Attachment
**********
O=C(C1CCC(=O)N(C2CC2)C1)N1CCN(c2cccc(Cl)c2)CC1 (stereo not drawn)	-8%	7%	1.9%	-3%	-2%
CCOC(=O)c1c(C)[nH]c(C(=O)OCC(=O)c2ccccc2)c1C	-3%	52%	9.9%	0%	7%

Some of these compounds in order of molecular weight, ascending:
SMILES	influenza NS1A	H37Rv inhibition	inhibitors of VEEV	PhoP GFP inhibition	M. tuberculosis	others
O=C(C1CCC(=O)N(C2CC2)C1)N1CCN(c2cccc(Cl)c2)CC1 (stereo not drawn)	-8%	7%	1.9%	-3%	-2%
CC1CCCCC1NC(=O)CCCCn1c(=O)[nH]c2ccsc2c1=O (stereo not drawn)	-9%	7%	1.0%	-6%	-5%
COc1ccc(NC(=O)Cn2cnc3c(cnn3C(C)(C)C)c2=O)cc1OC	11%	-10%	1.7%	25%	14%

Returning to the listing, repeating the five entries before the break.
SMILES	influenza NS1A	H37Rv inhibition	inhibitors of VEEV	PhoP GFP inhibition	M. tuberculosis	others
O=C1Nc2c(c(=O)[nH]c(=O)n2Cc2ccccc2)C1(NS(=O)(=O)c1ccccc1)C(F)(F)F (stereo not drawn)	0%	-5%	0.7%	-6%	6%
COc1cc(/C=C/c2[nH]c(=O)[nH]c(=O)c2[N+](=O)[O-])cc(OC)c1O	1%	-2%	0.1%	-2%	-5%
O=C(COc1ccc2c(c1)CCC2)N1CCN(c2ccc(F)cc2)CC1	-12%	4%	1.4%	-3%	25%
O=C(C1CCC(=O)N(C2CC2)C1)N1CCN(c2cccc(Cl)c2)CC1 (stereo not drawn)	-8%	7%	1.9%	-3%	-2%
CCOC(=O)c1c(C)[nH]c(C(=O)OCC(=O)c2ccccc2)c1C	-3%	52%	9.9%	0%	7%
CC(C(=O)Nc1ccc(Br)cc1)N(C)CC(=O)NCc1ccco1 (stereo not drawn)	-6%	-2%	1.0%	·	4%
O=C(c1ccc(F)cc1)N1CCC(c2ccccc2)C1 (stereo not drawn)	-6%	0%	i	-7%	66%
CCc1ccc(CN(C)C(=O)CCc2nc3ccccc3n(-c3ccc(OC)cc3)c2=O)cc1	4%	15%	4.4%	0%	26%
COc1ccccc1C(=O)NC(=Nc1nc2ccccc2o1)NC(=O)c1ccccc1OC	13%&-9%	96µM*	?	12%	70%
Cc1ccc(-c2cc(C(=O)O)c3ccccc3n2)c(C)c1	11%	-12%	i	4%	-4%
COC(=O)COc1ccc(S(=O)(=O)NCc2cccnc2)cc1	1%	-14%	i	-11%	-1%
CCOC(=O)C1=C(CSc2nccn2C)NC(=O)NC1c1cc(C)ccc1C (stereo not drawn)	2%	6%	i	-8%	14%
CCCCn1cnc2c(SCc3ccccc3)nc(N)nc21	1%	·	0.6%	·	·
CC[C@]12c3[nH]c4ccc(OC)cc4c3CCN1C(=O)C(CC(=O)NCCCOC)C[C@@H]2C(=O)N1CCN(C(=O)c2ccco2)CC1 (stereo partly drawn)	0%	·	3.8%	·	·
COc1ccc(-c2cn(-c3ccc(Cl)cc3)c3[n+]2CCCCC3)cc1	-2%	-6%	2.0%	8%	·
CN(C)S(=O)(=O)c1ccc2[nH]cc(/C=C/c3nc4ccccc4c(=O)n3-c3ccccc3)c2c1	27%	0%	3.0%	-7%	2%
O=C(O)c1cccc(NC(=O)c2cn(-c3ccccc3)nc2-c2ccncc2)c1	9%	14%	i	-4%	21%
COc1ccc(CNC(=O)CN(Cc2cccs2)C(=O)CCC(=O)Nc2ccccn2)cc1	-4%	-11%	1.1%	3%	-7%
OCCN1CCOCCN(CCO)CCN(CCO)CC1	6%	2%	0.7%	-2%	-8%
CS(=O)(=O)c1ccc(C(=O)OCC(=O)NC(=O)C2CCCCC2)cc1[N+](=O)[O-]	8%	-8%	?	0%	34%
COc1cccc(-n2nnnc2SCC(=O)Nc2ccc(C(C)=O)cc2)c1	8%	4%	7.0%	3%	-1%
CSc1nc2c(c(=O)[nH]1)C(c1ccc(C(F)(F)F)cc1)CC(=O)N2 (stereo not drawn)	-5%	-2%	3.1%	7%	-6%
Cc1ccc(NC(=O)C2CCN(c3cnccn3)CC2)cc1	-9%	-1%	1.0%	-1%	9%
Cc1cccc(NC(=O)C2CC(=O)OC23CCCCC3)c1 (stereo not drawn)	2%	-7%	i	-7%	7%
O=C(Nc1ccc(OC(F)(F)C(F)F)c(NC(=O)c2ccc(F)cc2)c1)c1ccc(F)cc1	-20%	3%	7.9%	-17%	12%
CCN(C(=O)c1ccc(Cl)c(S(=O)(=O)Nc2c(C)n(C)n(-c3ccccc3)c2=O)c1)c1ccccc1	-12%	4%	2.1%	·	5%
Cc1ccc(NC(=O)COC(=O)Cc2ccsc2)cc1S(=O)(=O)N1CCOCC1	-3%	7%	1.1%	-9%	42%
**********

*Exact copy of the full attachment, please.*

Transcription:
O=C(C1CCC(=O)N(C2CC2)C1)N1CCN(c2cccc(Cl)c2)CC1 (stereo not drawn)	-8%	7%	1.9%	-3%	-2%
CCOC(=O)c1c(C)[nH]c(C(=O)OCC(=O)c2ccccc2)c1C	-3%	52%	9.9%	0%	7%

Some of these compounds in order of molecular weight, ascending:
SMILES	influenza NS1A	H37Rv inhibition	inhibitors of VEEV	PhoP GFP inhibition	M. tuberculosis	others
O=C(C1CCC(=O)N(C2CC2)C1)N1CCN(c2cccc(Cl)c2)CC1 (stereo not drawn)	-8%	7%	1.9%	-3%	-2%
CC1CCCCC1NC(=O)CCCCn1c(=O)[nH]c2ccsc2c1=O (stereo not drawn)	-9%	7%	1.0%	-6%	-5%
COc1ccc(NC(=O)Cn2cnc3c(cnn3C(C)(C)C)c2=O)cc1OC	11%	-10%	1.7%	25%	14%

Returning to the listing, repeating the five entries before the break.
SMILES	influenza NS1A	H37Rv inhibition	inhibitors of VEEV	PhoP GFP inhibition	M. tuberculosis	others
O=C1Nc2c(c(=O)[nH]c(=O)n2Cc2ccccc2)C1(NS(=O)(=O)c1ccccc1)C(F)(F)F (stereo not drawn)	0%	-5%	0.7%	-6%	6%
COc1cc(/C=C/c2[nH]c(=O)[nH]c(=O)c2[N+](=O)[O-])cc(OC)c1O	1%	-2%	0.1%	-2%	-5%
O=C(COc1ccc2c(c1)CCC2)N1CCN(c2ccc(F)cc2)CC1	-12%	4%	1.4%	-3%	25%
O=C(C1CCC(=O)N(C2CC2)C1)N1CCN(c2cccc(Cl)c2)CC1 (stereo not drawn)	-8%	7%	1.9%	-3%	-2%
CCOC(=O)c1c(C)[nH]c(C(=O)OCC(=O)c2ccccc2)c1C	-3%	52%	9.9%	0%	7%
CC(C(=O)Nc1ccc(Br)cc1)N(C)CC(=O)NCc1ccco1 (stereo not drawn)	-6%	-2%	1.0%	·	4%
O=C(c1ccc(F)cc1)N1CCC(c2ccccc2)C1 (stereo not drawn)	-6%	0%	i	-7%	66%
CCc1ccc(CN(C)C(=O)CCc2nc3ccccc3n(-c3ccc(OC)cc3)c2=O)cc1	4%	15%	4.4%	0%	26%
COc1ccccc1C(=O)NC(=Nc1nc2ccccc2o1)NC(=O)c1ccccc1OC	13%&-9%	96µM*	?	12%	70%
Cc1ccc(-c2cc(C(=O)O)c3ccccc3n2)c(C)c1	11%	-12%	i	4%	-4%
COC(=O)COc1ccc(S(=O)(=O)NCc2cccnc2)cc1	1%	-14%	i	-11%	-1%
CCOC(=O)C1=C(CSc2nccn2C)NC(=O)NC1c1cc(C)ccc1C (stereo not drawn)	2%	6%	i	-8%	14%
CCCCn1cnc2c(SCc3ccccc3)nc(N)nc21	1%	·	0.6%	·	·
CC[C@]12c3[nH]c4ccc(OC)cc4c3CCN1C(=O)C(CC(=O)NCCCOC)C[C@@H]2C(=O)N1CCN(C(=O)c2ccco2)CC1 (stereo partly drawn)	0%	·	3.8%	·	·
COc1ccc(-c2cn(-c3ccc(Cl)cc3)c3[n+]2CCCCC3)cc1	-2%	-6%	2.0%	8%	·
CN(C)S(=O)(=O)c1ccc2[nH]cc(/C=C/c3nc4ccccc4c(=O)n3-c3ccccc3)c2c1	27%	0%	3.0%	-7%	2%
O=C(O)c1cccc(NC(=O)c2cn(-c3ccccc3)nc2-c2ccncc2)c1	9%	14%	i	-4%	21%
COc1ccc(CNC(=O)CN(Cc2cccs2)C(=O)CCC(=O)Nc2ccccn2)cc1	-4%	-11%	1.1%	3%	-7%
OCCN1CCOCCN(CCO)CCN(CCO)CC1	6%	2%	0.7%	-2%	-8%
CS(=O)(=O)c1ccc(C(=O)OCC(=O)NC(=O)C2CCCCC2)cc1[N+](=O)[O-]	8%	-8%	?	0%	34%
COc1cccc(-n2nnnc2SCC(=O)Nc2ccc(C(C)=O)cc2)c1	8%	4%	7.0%	3%	-1%
CSc1nc2c(c(=O)[nH]1)C(c1ccc(C(F)(F)F)cc1)CC(=O)N2 (stereo not drawn)	-5%	-2%	3.1%	7%	-6%
Cc1ccc(NC(=O)C2CCN(c3cnccn3)CC2)cc1	-9%	-1%	1.0%	-1%	9%
Cc1cccc(NC(=O)C2CC(=O)OC23CCCCC3)c1 (stereo not drawn)	2%	-7%	i	-7%	7%
O=C(Nc1ccc(OC(F)(F)C(F)F)c(NC(=O)c2ccc(F)cc2)c1)c1ccc(F)cc1	-20%	3%	7.9%	-17%	12%
CCN(C(=O)c1ccc(Cl)c(S(=O)(=O)Nc2c(C)n(C)n(-c3ccccc3)c2=O)c1)c1ccccc1	-12%	4%	2.1%	·	5%
Cc1ccc(NC(=O)COC(=O)Cc2ccsc2)cc1S(=O)(=O)N1CCOCC1	-3%	7%	1.1%	-9%	42%